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Peter Sculthorpe AO OBE (1929–2014), composer, was born in Launceston and began music lessons around age seven, writing his first compositions by torchlight under the bedclothes at night. He studied at the University of Melbourne from age sixteen. Following a performance of his Sonatina for piano in Germany in 1955, he won a scholarship to Wadham College, Oxford. In 1966, Sculthorpe gained a Harkness Fellowship to study in the USA and later became composer-in-residence at Yale University. Sculthorpe stated in 1998 that, by being overseas, he ‘gained a perspective on what I had left behind at home’; consequently, many of his works explore aspects of Australian landscape, history and Indigenous culture, such as Irkanda IV (1961), Sun Music I and Sun Music III (1965 & 1967), Port Essington (1977) and Kakadu (1988). Others were influenced by Asian traditions and the music of the Pacific. In the late 1960s, Sculthorpe was appointed Reader in Music at the University of Sydney, and he later held a personal chair as its Professor in Musical Composition. An OBE and member of the Order of Australia, Sculthorpe counted being named a National Living Treasure as the most significant of his many honours and awards.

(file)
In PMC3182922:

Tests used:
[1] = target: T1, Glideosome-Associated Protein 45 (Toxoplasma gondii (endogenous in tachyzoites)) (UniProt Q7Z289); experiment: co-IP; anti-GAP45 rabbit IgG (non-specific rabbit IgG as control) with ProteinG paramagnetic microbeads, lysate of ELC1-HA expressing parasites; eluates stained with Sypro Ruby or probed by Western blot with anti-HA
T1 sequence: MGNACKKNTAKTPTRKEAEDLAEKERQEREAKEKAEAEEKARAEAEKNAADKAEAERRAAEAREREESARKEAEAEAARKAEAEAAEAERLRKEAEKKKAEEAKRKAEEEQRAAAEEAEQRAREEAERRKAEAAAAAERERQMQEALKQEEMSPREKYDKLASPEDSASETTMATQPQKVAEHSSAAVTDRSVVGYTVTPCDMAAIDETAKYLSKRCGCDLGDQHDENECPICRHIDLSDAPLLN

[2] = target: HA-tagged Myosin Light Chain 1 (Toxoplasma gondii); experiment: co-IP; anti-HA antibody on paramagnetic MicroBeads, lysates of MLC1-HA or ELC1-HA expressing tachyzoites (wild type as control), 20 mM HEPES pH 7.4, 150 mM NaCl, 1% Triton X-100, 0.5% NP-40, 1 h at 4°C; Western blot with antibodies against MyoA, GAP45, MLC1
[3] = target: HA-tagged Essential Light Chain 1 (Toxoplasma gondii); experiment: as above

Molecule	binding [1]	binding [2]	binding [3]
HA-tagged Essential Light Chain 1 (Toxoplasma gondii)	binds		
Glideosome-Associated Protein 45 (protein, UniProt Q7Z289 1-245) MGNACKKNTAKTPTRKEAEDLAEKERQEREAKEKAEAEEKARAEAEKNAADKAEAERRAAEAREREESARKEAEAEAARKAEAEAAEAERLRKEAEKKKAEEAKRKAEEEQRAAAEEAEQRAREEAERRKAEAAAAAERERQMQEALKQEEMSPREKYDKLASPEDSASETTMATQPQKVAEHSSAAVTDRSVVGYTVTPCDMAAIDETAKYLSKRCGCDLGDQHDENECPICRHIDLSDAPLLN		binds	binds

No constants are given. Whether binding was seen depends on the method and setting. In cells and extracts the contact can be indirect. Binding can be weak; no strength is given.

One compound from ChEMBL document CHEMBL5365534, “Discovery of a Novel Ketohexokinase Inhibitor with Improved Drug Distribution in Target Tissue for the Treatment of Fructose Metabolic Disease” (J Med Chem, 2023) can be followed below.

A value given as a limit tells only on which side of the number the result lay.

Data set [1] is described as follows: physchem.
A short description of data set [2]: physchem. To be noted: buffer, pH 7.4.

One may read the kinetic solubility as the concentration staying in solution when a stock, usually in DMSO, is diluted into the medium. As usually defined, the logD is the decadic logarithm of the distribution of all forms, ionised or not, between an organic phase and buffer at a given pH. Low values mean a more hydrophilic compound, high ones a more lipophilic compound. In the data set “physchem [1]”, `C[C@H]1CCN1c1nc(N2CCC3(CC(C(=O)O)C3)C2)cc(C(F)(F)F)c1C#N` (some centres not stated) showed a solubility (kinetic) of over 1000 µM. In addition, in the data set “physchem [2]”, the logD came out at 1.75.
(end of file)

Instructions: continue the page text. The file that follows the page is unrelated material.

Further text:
Updated 2014